With a National eScience Infrastructure (NeSI) Summer of eResearch Scholarship, a Lincoln University undergraduate student has developed software so that the only university in New Zealand to house an entomology museum can digitise its collection.
Working with Dr
from Lincoln University’s Department of Applied Computer and
, Lincoln University’s Entomology Research Museum Curator, student Di Wang has developed an online collection management system to electronically catalogue insects, that will have benefits for researchers, museums and bio-security agencies, both nationally and internationally.
Di Wang, studying a Bachelor of Software and Information Technology, was awarded a National eScience Infrastructure (NeSI) Summer of eResearch Scholarship. These scholarships are a Ministry of Science and Innovation (MSI) funded programme, supporting software engineering and computer science students. Di’s project was to build a system that can manage and provide information about an entomology collection via a web interface.
“After investigating software systems available, I identified Biota, a biodiversity database manager, to be the main structure and then built functions that were most useful and needed for the web application,” says Di Wang.
“There were challenges during the project to overcome however using the knowledge I am learning from my degree and having Dr Charters mentoring me, I was able to develop a software package for John Marris.”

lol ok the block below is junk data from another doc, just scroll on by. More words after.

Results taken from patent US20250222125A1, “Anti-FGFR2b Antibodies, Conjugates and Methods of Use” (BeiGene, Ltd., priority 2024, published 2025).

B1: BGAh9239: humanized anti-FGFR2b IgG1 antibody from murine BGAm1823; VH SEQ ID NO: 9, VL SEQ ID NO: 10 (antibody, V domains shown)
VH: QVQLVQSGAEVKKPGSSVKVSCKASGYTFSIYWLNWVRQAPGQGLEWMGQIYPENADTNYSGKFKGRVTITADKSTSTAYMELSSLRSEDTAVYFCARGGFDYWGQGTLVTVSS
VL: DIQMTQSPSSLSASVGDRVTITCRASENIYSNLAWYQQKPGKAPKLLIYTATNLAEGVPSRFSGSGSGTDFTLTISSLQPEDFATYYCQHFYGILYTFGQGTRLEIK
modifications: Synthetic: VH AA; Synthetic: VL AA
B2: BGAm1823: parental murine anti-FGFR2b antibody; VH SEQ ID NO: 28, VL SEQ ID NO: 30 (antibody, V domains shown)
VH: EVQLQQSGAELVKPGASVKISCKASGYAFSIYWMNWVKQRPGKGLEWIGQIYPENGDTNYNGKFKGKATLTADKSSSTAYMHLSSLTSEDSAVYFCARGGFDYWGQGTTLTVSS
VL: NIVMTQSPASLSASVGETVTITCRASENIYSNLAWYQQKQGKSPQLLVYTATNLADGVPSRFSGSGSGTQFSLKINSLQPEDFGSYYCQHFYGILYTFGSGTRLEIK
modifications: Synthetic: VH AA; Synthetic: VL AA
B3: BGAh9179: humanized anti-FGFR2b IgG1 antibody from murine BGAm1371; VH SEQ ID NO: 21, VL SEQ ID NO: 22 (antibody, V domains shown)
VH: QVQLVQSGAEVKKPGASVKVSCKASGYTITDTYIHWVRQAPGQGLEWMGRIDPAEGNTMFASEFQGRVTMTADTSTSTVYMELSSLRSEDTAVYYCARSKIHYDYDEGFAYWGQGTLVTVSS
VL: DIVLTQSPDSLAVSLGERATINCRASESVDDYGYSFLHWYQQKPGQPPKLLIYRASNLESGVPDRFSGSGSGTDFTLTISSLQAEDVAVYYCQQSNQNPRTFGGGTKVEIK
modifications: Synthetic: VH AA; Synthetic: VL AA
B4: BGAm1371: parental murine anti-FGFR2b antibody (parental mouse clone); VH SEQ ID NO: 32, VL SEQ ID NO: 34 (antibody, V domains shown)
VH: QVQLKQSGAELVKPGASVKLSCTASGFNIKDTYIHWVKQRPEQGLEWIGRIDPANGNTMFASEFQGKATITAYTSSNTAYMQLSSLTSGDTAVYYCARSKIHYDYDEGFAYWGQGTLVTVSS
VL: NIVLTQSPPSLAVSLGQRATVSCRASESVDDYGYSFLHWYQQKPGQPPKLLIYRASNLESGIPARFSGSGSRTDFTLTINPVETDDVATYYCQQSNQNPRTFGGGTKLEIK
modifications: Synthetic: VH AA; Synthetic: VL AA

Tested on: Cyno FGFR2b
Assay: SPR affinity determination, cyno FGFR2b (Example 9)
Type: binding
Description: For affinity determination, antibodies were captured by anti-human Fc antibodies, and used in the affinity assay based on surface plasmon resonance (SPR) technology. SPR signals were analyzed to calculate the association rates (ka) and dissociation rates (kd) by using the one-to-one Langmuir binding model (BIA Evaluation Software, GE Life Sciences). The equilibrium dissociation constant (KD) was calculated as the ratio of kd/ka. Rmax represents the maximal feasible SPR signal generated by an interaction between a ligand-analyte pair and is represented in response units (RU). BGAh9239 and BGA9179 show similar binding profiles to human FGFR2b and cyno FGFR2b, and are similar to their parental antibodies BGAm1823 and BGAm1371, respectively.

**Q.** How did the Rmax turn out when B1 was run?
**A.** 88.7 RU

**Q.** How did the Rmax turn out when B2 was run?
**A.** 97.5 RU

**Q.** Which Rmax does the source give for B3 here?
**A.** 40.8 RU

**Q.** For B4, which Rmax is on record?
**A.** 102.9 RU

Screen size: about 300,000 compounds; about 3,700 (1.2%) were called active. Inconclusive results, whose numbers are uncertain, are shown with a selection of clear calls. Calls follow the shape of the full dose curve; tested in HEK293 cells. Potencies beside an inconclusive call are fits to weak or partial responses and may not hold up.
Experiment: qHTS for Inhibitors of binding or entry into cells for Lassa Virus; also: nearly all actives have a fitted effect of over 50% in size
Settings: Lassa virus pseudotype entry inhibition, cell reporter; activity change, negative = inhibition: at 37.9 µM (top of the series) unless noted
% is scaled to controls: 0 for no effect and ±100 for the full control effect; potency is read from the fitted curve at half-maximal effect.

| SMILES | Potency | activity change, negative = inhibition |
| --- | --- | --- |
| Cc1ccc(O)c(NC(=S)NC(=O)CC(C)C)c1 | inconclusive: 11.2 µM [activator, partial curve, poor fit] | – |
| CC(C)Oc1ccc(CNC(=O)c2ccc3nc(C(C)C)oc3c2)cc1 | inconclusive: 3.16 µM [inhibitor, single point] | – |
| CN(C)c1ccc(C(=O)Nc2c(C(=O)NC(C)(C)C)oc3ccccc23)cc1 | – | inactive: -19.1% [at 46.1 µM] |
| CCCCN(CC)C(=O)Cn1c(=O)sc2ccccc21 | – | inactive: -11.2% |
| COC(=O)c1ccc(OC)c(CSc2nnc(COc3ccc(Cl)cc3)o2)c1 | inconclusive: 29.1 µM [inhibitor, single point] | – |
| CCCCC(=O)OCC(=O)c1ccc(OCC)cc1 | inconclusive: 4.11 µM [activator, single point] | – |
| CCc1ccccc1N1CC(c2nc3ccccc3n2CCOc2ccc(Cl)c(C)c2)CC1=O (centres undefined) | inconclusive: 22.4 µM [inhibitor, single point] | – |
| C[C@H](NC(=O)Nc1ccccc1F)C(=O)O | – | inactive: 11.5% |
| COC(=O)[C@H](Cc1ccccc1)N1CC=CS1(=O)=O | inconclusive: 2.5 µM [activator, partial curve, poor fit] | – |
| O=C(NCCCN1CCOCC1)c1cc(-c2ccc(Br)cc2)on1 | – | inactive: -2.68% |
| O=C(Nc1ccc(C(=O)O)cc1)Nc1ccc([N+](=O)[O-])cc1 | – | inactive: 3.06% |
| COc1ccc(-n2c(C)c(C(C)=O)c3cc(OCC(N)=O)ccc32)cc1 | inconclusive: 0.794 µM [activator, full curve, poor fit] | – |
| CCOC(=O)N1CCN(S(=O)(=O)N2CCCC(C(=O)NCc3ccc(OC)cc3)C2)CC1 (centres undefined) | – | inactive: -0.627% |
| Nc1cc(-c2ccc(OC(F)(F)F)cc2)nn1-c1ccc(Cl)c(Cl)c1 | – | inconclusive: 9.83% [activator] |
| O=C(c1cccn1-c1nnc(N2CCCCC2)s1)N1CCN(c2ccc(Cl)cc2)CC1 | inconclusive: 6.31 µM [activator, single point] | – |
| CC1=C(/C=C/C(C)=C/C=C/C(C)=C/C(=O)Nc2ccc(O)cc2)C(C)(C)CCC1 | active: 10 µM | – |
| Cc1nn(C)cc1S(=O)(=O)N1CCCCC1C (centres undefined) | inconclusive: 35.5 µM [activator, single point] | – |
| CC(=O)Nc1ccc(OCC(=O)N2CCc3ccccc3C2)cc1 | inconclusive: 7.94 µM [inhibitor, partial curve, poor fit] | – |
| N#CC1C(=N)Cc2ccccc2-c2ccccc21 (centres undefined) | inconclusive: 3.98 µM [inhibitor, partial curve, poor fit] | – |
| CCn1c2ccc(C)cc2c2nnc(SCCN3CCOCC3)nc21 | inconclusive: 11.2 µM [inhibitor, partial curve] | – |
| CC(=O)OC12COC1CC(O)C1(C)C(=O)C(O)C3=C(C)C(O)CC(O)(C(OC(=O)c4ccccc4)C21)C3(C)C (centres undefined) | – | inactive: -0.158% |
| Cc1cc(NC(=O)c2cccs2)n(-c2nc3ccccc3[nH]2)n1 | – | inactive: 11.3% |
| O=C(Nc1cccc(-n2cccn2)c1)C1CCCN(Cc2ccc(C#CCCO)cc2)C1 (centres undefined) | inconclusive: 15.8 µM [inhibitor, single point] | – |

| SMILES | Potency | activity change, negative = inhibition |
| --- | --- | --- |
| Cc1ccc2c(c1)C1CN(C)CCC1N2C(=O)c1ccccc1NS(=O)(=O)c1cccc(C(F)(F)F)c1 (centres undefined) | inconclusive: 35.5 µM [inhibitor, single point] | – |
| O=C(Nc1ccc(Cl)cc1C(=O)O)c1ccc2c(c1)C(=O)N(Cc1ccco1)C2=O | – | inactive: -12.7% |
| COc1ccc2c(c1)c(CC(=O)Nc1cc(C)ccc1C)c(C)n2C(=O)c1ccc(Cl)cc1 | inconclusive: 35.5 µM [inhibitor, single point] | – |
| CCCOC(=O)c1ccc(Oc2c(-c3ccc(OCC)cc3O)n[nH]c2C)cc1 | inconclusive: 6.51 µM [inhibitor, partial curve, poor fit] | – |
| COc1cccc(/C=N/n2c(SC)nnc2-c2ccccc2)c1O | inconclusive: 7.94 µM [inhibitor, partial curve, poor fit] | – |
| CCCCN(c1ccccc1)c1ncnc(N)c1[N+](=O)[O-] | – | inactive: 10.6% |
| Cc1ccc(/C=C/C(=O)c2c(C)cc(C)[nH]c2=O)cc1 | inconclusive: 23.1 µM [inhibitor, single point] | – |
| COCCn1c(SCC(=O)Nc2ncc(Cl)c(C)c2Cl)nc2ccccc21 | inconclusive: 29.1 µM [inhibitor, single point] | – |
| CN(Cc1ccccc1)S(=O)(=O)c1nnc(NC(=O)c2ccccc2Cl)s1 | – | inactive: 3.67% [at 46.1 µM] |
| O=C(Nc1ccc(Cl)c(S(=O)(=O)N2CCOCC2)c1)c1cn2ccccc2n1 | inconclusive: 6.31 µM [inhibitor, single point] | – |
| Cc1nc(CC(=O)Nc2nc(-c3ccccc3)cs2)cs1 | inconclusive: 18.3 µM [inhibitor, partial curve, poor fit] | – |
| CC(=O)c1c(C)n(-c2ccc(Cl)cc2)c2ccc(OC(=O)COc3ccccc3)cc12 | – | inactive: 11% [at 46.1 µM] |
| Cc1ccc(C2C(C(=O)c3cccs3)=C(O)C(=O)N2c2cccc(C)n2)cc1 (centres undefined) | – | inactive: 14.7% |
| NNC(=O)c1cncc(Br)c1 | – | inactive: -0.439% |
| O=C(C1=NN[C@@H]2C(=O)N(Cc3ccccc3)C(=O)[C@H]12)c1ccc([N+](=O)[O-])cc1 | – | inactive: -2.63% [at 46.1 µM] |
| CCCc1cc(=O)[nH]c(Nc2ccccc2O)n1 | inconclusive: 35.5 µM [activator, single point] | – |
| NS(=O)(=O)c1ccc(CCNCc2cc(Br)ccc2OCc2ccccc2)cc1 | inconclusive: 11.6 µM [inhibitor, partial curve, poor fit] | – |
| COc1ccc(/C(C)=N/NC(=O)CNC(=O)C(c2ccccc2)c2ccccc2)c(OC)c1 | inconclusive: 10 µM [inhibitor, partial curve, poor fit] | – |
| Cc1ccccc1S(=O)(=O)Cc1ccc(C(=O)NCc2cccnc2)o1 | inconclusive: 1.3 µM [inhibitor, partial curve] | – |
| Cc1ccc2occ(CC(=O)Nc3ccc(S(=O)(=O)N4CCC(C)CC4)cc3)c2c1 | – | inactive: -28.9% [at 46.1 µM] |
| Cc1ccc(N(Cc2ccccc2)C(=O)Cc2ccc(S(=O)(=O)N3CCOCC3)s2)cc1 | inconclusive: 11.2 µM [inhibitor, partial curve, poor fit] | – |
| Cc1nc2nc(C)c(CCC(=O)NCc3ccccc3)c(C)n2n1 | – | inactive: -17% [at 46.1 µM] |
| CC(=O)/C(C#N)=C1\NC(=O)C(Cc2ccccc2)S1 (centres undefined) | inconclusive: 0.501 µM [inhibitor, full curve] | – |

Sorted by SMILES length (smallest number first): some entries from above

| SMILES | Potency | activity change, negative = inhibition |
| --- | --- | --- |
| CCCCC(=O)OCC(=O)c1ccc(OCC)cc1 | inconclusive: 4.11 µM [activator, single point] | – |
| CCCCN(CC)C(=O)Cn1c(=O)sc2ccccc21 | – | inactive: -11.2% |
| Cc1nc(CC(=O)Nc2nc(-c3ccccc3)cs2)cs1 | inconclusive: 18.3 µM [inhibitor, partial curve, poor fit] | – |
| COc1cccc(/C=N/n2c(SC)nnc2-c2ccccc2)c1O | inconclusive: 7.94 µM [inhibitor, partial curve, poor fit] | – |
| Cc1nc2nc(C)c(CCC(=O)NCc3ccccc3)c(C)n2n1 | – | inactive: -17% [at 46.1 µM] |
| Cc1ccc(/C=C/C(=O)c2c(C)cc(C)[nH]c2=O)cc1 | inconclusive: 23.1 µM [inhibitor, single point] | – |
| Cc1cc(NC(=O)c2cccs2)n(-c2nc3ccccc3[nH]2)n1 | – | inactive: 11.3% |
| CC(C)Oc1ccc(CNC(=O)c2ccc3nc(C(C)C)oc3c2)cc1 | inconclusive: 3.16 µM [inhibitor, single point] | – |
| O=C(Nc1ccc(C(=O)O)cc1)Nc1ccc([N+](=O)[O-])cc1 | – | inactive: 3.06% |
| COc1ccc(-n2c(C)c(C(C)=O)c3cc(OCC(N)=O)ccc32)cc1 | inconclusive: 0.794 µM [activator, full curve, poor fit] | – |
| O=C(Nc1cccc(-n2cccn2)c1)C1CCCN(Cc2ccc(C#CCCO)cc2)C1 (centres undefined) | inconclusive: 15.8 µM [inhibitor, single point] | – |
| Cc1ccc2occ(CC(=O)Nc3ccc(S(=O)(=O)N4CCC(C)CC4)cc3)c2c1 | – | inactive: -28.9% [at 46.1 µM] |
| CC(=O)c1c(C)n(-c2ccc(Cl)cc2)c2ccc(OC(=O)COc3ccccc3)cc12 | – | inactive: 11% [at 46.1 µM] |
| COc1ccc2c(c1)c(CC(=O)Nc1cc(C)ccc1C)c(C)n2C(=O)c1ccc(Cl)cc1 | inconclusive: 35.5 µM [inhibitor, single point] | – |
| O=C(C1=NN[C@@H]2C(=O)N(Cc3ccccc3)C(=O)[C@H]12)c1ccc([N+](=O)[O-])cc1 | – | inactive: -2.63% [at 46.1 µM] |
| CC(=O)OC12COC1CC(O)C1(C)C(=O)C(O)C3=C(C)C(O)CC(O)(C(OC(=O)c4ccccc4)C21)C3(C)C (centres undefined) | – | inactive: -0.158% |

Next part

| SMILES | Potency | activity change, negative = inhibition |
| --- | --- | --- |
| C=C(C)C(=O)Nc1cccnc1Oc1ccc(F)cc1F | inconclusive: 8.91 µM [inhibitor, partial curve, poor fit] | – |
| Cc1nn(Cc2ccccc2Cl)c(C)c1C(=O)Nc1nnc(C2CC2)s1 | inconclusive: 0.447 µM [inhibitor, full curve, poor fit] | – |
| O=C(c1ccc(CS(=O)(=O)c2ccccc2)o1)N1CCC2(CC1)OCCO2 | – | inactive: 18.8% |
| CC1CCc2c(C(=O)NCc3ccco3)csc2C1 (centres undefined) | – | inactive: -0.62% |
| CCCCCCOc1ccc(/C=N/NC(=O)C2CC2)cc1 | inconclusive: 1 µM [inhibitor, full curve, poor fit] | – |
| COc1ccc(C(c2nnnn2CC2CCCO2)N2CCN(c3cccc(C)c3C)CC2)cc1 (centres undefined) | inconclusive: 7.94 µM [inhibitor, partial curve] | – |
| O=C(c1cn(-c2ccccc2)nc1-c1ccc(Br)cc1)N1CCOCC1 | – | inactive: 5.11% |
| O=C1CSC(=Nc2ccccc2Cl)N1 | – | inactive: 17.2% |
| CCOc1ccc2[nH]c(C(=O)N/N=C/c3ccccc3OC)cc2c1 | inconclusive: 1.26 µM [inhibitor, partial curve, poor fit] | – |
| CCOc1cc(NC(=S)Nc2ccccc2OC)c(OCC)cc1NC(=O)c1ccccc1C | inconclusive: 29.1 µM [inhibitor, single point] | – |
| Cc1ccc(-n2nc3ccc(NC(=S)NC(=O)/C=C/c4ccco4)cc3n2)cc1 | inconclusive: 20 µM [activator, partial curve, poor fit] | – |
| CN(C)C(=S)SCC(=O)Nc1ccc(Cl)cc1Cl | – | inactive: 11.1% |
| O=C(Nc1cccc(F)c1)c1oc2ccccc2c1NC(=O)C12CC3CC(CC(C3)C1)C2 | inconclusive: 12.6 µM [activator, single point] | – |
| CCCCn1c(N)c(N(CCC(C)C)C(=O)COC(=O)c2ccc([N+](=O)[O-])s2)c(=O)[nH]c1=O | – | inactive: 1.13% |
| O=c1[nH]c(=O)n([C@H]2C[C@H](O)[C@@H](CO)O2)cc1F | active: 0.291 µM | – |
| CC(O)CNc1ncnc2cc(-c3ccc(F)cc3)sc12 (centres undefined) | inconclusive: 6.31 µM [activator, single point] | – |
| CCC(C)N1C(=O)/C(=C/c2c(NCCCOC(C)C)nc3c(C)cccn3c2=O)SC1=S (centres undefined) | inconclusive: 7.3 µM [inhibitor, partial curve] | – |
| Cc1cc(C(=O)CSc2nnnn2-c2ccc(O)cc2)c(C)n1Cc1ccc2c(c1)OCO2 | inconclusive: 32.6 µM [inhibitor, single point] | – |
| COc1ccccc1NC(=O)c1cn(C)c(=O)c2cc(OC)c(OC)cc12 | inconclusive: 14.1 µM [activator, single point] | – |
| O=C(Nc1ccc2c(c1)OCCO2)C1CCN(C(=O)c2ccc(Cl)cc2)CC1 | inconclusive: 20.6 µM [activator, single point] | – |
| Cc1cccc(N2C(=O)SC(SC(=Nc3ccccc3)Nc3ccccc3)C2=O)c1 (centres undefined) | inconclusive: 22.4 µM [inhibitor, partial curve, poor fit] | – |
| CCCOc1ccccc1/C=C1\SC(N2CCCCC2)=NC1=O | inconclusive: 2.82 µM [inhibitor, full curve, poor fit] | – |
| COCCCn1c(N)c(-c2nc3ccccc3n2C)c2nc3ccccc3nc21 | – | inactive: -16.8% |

Lincoln University is the only university in New Zealand to house an entomology museum, which houses over 250,000 specimens, including 50 holotype specimens (species-defining reference specimens).
Having the collection available electronically will allow easy-access to meta-data about the specimens; related data can be linked together; and new data about the University’s collection can be quickly shared allowing researchers to discover information about the collection and individual specimens held by the University.
Curator of the Museum John Marris says “insects make up around two thirds of all known organisms and the study of them is vitally important to our biodiversity and biosecurity knowledge. Having the museum collection available electronically will allow easy sharing of the data with other researchers and beyond”.
The Department of Applied Computer at Lincoln University involves using computing technology to solve real-world problems.
“This project Di has been involved with will allow better management of the entomology research museum collection as the specimens will be databased and more easily interrogated,“ says Senior Lecturer in Software and Information Technology Dr Stuart Charters.
“The software is written in PHP and uses a MySQL database so is available as an open source project for other entomology collections to use and adapt for their collections. Research is continuing to enhance the functionality of the system and future research projects will look to improve the digitisation of specimens.”
Di is currently in his final semester of his degree and is looking forward to applying his knowledge and experience in the IT industry in New Zealand once he finishes.